Watering    Frequent light watering, three times a day, is necessary to keep the seedbed moist at all times.  Never let the soil surface dry out.  The seed will not germinate if it is not moist.  Do not water heavily – this could cause runoff on slopes, and puddling. Slowly decrease watering once the seed has germinated. Bluegrass seed germinates in 14 to 21 days, ryegrass and fescues in about 10 days.

Fertilizing Once the seed has germinated, fertilize with a high nitrogen fertilizer at one-half the recommended rate (½ pound nitrogen per 1000 square feet of lawn). The frequent feeding of your new grass seedlings will result in a thicker, denser, more quickly-established turf.

Mowing    Mow the new grass as soon as there is grass or weeds over 3 inches tall. Mow it frequently to encourage a thicker lawn and to discourage weeds. You will have a healthier, better looking lawn if your mower blades are sharp. A weed killer can be applied after the fifth mowing. Continue to water it frequently – at least every other day.




The first week, thoroughly and evenly water two to three times per day. For the second through the fifth week, reduce to watering one time per day. Keeping the sod moist at all times helps the root system become established in its new environment.  Fertilize new sod one to two weeks after laying with a high nitrogen fertilizer at ½ the recommended rate (½ pound of nitrogen per 1000 square feet of lawn).


Mowing    Start mowing your lawn in the spring as soon as new growth starts.  Most lawns should be mowed at a 2 ½ to 3 inch height in the spring, early summer, and in the fall. During the heat of the summer, raise the mower to 3 to 4 ½ inches. You should mow whenever the grass has grown an inch to an inch and a half above the desired height. Frequent mowing at 4 to 5 day intervals is essential to discourage weeds and maintain a first-rate lawn.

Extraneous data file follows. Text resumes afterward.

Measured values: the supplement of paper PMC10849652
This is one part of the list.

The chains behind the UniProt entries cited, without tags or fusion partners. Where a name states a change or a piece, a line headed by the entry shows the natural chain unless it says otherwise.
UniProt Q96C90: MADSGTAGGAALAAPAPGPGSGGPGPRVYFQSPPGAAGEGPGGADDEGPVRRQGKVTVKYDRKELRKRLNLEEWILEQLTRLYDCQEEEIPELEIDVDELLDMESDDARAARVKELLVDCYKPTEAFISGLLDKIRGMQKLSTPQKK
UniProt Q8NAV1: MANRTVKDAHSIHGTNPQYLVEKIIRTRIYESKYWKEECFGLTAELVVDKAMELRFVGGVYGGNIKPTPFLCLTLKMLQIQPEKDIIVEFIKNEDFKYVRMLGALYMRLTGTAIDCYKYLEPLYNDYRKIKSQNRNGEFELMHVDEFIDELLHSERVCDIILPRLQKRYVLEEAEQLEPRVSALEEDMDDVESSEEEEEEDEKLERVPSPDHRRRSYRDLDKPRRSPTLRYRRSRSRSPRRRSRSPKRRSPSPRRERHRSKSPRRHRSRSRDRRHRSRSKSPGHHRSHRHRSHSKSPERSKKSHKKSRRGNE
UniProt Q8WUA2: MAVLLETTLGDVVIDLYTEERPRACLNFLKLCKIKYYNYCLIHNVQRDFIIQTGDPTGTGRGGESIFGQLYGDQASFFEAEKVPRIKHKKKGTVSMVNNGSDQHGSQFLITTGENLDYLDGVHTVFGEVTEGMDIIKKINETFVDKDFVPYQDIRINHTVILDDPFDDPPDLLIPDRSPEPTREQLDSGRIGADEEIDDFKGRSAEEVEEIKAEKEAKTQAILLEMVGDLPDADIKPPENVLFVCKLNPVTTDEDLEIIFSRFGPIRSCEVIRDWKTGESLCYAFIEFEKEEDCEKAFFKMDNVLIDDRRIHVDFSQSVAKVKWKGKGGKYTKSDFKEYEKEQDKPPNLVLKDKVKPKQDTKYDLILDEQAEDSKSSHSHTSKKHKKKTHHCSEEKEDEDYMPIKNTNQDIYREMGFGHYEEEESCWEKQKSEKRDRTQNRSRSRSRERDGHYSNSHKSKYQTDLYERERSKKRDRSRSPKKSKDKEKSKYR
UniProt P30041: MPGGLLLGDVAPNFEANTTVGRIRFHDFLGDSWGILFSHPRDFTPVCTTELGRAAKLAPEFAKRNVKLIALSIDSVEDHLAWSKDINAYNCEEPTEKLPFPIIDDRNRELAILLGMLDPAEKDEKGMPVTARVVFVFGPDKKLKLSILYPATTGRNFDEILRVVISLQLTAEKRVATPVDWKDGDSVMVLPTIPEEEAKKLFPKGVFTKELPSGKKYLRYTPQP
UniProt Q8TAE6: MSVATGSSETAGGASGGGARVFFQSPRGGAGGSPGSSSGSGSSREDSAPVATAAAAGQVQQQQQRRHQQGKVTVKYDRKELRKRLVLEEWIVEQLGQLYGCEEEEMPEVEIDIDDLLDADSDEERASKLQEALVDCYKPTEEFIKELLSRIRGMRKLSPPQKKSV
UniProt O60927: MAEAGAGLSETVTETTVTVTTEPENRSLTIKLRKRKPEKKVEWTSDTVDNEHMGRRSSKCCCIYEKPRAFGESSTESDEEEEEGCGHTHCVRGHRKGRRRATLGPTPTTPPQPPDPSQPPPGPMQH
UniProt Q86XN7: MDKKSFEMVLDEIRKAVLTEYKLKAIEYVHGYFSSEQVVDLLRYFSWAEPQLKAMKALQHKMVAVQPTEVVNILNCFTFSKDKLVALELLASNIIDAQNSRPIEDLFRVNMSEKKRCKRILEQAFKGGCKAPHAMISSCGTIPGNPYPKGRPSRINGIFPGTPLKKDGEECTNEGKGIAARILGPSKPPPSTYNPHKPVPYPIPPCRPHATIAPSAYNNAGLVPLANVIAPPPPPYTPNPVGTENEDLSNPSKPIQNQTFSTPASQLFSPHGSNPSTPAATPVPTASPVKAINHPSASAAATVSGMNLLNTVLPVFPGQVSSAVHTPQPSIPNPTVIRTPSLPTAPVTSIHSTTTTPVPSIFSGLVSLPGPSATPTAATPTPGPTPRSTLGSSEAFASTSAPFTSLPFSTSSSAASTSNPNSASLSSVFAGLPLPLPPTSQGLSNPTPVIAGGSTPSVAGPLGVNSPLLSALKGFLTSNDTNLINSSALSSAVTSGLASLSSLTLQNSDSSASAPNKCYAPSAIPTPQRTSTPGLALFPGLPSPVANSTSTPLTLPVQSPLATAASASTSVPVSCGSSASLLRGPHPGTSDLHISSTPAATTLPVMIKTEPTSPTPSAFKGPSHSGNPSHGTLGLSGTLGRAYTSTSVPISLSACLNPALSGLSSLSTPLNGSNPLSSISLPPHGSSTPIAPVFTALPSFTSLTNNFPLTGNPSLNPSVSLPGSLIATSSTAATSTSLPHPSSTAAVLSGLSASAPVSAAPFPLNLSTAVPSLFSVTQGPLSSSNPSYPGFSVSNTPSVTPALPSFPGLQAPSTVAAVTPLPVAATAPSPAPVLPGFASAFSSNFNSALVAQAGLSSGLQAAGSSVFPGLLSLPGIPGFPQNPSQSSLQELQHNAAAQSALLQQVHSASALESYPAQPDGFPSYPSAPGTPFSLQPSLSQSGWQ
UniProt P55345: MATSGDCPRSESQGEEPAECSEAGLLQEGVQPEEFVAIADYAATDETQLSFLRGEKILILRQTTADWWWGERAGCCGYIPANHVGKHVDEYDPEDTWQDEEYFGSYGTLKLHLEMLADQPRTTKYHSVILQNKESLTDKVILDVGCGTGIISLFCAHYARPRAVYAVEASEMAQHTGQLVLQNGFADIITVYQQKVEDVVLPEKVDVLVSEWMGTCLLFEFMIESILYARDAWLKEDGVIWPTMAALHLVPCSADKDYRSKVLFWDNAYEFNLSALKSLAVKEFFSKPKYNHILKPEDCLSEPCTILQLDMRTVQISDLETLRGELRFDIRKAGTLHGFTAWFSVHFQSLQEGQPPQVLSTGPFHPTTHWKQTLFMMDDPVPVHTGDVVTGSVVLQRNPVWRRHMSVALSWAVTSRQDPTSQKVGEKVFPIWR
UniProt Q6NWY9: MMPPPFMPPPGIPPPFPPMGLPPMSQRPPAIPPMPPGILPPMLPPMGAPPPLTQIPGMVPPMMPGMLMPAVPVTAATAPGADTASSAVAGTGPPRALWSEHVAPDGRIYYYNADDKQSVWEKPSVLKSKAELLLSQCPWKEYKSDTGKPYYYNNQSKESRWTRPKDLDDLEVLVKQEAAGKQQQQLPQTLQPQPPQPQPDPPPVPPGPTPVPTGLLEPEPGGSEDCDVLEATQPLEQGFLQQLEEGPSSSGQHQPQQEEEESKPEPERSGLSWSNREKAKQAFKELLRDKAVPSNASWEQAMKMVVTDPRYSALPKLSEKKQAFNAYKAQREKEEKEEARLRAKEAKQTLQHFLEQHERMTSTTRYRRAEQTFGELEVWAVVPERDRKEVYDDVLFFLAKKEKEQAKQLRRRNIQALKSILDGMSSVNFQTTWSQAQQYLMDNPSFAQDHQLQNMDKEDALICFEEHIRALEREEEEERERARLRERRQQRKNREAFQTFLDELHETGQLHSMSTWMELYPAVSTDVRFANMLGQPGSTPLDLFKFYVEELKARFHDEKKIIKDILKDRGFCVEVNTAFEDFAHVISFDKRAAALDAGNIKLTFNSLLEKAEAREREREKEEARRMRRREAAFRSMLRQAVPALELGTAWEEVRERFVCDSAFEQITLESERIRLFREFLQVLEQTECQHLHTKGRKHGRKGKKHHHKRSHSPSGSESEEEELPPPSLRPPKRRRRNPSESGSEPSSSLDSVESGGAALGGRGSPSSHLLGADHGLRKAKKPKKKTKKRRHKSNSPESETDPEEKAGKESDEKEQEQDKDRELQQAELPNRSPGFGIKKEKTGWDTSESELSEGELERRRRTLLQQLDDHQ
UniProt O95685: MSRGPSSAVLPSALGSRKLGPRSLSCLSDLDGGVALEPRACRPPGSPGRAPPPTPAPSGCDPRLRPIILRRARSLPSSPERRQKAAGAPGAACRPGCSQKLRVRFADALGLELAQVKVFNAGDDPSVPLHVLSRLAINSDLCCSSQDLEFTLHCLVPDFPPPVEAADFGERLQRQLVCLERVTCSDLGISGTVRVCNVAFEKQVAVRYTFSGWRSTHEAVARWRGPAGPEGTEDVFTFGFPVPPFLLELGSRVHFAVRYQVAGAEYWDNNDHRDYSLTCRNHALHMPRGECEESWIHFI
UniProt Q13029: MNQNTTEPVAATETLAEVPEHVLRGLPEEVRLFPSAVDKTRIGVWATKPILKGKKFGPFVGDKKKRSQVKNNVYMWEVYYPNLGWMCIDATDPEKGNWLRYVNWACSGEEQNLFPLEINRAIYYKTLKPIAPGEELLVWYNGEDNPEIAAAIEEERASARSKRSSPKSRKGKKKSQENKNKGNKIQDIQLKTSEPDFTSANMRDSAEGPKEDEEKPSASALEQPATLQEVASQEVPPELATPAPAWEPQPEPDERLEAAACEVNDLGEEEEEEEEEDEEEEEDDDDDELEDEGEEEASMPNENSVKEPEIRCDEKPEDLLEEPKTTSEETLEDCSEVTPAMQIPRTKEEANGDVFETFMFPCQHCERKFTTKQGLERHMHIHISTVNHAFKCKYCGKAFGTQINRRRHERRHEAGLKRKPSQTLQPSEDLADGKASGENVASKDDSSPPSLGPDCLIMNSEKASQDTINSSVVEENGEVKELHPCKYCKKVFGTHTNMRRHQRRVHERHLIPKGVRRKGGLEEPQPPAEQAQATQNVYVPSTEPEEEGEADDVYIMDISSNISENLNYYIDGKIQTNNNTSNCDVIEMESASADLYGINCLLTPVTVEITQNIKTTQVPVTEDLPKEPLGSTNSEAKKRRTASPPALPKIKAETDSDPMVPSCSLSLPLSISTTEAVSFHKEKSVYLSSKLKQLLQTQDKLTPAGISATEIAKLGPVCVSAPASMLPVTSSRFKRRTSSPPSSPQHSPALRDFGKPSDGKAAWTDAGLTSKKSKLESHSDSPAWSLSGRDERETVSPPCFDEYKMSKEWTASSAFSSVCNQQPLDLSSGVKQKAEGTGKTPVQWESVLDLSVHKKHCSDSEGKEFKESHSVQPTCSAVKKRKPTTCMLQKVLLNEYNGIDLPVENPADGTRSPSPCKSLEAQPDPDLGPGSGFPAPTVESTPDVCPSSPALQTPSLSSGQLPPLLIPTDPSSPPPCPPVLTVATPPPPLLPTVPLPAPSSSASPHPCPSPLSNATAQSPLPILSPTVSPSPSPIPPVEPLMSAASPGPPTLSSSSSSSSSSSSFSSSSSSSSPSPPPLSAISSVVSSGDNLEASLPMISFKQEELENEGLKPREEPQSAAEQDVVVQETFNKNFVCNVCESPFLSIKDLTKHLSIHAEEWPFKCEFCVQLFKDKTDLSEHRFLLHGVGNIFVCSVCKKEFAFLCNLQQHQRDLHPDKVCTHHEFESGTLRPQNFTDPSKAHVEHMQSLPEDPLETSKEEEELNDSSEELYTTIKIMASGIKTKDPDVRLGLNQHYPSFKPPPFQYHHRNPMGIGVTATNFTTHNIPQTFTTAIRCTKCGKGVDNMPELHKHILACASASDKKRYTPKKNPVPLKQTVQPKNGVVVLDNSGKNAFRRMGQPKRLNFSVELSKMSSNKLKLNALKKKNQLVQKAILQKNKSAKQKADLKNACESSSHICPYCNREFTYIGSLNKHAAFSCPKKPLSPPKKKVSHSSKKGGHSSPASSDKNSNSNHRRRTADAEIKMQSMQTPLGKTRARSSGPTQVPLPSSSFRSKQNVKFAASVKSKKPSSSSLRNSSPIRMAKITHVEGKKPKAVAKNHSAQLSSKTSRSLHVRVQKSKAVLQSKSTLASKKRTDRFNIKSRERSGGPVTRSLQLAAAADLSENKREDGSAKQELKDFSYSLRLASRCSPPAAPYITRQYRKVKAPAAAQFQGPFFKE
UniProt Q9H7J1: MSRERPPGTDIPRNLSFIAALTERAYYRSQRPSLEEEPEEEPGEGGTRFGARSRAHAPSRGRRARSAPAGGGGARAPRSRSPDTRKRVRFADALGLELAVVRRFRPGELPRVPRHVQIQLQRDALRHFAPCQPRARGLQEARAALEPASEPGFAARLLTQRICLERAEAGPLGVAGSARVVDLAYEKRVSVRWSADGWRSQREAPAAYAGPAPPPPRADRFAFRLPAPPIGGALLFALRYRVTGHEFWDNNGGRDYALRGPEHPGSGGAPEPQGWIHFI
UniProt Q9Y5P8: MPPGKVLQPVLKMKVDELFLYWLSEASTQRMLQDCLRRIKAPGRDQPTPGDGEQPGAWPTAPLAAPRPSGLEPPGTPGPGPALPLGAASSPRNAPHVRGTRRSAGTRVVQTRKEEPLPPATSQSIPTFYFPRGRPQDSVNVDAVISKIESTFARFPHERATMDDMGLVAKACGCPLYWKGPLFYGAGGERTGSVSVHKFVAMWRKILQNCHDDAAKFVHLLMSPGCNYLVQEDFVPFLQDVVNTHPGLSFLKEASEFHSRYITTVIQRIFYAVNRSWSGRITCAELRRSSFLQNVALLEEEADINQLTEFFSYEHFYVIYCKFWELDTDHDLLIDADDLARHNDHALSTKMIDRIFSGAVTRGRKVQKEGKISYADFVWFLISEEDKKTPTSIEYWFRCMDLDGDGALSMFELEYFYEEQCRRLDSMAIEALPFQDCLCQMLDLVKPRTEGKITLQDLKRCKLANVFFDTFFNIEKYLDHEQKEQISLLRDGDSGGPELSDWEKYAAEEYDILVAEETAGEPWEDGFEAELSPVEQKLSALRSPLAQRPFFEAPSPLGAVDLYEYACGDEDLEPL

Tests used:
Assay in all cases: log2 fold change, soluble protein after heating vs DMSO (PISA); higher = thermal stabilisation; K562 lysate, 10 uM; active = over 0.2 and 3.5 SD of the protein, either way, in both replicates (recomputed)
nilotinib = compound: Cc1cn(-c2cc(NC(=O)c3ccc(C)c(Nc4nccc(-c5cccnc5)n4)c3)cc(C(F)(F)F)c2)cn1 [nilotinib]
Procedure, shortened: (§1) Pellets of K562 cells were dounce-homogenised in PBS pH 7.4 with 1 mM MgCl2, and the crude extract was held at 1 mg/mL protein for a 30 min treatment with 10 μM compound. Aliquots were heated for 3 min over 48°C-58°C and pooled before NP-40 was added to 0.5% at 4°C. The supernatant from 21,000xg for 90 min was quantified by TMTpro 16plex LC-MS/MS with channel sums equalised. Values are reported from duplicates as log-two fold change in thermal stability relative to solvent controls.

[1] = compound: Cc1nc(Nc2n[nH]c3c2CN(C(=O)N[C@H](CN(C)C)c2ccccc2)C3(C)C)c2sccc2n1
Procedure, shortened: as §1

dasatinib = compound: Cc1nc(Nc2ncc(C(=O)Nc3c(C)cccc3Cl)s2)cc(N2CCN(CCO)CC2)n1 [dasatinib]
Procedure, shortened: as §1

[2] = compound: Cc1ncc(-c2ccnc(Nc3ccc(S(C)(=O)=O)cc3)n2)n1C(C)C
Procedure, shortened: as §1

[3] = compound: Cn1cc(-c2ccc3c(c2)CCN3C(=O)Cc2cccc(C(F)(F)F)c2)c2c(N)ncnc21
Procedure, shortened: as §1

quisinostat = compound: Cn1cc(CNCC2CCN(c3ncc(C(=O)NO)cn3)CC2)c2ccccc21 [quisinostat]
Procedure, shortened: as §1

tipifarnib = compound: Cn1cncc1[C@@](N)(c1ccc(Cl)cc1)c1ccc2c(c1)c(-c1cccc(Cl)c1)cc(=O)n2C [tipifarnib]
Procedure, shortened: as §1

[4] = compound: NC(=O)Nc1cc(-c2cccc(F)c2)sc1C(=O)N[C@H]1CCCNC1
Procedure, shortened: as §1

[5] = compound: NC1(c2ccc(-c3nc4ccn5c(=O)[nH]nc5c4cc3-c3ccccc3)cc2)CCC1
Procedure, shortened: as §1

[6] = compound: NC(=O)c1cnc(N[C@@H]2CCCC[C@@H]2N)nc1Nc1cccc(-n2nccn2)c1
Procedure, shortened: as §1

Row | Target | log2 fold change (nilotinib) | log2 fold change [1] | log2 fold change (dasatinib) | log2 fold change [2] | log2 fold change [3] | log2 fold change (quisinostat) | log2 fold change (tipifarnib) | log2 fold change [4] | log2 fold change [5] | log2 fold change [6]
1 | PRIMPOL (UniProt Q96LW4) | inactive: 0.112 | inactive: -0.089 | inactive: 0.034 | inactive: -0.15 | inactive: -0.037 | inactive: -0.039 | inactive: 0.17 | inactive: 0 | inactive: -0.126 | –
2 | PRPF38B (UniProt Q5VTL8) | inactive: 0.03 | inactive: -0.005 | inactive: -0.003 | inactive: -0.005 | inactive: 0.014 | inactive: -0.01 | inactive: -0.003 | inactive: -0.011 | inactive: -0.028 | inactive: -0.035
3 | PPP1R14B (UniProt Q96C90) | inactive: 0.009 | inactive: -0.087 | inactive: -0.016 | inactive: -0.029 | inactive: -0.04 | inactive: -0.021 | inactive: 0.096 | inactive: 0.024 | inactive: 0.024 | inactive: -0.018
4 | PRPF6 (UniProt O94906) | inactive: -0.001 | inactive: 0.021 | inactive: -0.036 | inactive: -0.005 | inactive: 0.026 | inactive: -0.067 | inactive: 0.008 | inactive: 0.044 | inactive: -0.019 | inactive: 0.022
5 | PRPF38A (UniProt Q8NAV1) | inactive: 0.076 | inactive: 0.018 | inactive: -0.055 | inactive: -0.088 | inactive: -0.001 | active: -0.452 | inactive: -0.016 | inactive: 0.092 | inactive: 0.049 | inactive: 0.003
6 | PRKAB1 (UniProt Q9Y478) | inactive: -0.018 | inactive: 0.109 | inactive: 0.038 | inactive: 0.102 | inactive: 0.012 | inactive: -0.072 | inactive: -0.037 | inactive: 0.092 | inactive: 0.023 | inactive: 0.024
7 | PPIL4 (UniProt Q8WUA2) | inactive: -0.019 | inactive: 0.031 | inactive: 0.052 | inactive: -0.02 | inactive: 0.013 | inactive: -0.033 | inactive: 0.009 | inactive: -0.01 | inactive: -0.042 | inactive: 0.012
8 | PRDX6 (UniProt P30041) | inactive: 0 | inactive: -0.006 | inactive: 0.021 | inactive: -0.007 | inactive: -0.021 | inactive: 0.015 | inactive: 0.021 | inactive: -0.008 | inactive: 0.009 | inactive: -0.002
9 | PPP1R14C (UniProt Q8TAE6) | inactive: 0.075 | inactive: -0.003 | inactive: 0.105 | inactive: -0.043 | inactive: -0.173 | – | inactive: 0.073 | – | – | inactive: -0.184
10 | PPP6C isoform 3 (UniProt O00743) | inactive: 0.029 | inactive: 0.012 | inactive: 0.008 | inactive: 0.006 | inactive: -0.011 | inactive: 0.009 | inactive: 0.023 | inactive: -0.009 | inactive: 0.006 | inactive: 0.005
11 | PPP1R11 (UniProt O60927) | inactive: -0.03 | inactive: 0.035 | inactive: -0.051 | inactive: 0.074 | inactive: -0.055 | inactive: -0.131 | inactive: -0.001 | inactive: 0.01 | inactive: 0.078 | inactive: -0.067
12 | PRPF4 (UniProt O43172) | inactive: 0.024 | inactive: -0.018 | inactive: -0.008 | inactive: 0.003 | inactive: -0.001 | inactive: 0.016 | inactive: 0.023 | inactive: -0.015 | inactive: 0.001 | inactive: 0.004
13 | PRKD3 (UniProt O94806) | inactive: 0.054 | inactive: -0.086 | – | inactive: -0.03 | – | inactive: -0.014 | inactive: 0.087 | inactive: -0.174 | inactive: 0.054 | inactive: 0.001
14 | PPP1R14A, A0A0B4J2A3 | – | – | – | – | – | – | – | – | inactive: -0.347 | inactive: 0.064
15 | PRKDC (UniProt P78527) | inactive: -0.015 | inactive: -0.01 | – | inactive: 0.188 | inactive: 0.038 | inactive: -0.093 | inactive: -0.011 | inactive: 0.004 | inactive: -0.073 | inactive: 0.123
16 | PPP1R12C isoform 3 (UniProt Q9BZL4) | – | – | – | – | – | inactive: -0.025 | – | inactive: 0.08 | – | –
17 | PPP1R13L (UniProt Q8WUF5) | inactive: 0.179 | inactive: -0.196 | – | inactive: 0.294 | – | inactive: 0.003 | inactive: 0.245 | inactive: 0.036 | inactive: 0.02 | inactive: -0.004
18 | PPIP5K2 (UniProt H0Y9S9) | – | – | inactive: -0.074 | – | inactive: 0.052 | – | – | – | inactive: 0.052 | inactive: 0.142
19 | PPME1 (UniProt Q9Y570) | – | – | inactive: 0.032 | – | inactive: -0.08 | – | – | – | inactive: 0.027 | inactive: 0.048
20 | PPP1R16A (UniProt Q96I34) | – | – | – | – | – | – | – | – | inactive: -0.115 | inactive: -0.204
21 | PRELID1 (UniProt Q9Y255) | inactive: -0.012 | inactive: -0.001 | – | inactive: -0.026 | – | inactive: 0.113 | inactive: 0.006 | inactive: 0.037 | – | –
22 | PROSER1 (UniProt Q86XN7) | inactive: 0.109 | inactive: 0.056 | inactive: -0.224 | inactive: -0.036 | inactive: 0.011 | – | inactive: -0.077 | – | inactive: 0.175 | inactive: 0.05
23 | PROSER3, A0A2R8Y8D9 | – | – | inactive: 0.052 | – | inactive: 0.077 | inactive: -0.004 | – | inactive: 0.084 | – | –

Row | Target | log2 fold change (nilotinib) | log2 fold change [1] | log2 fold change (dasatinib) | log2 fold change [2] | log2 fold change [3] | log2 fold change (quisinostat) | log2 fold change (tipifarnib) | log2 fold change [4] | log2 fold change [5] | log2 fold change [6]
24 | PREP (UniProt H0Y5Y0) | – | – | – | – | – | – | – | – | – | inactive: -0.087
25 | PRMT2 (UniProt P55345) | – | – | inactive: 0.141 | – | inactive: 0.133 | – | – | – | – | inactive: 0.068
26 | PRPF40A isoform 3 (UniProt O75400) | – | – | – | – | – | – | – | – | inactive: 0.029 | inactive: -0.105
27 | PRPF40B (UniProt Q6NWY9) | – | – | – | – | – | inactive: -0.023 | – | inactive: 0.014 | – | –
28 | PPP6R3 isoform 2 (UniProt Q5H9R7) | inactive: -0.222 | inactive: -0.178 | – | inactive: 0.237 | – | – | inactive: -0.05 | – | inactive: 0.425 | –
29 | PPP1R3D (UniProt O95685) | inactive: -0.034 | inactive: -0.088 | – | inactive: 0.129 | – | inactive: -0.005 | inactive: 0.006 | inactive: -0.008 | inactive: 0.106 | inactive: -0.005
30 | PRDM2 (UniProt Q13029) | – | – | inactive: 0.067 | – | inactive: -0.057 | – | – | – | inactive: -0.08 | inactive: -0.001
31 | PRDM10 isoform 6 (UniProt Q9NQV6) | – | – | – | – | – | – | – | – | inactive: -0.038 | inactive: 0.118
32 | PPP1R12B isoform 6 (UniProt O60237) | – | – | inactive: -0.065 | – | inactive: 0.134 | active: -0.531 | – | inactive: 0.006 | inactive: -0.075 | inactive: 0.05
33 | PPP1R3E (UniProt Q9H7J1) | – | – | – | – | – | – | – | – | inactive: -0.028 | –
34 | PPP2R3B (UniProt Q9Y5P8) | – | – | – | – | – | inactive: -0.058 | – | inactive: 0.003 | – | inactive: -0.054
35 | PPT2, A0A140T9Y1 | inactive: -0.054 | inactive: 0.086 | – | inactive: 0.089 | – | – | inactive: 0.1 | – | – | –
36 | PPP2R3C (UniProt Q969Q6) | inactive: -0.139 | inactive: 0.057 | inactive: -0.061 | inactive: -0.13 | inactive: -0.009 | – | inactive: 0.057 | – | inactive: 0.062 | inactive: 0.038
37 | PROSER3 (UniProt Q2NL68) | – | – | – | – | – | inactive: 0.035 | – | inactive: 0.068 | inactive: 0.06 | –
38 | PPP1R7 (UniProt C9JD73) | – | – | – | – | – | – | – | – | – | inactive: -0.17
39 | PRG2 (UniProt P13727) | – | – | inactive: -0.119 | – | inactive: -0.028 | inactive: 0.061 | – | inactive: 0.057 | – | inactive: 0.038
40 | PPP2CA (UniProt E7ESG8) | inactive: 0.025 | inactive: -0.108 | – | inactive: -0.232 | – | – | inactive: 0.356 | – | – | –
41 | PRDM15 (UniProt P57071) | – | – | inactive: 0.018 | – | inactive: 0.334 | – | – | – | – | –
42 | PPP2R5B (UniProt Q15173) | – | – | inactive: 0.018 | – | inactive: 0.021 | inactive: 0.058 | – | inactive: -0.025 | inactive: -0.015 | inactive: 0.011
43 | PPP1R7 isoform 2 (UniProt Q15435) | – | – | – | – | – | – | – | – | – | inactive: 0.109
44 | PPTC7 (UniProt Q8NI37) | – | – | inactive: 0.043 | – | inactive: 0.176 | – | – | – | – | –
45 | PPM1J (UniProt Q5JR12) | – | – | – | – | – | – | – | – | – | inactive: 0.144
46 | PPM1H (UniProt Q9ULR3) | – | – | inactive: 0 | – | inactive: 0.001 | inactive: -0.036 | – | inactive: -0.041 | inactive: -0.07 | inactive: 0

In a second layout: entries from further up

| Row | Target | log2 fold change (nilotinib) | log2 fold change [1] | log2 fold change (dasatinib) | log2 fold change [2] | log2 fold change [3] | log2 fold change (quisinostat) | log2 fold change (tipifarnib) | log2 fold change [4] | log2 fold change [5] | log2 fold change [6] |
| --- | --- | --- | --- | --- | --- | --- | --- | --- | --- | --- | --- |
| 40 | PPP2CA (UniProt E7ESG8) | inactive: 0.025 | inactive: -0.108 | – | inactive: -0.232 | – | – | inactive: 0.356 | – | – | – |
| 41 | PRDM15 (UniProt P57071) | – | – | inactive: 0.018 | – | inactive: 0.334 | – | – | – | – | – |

Fertilizing    To maintain a good lawn, you will need to apply fertilizer at regular intervals. Fertilize your lawn at least two times a year using one pound of actual nitrogen per 1000 square feet each time.  The best turf management would be to make three applications: once in the spring when mowing for the first time, six to eight weeks later in early June, and once in late summer. Apply fertilizer to a dry lawn and then water it in.

Use a high nitrogen lawnfood with approximately twice as much nitrogen as phosphorus and potassium. Added iron or sulphur is helpful in our area.

If you mow regularly, fertilize properly, and water when needed, you should not have a serious weed problem.

Watering    Add enough water at each watering to soak the soil down to the depth of the root system.  The amount of water will vary with your soil type and amount of natural rainfall. Normally an inch of moisture per week is adequate.  Light sprinkling of an established lawn, that wets only the surface soil, may actually do more harm than good by encouraging the development of shallow roots.

We hope that these guidelines will help you to establish your landscape quickly and with minimal plant material loss. Should you have any question, feel free to call the nursery and we will be happy to assist you in any way possible.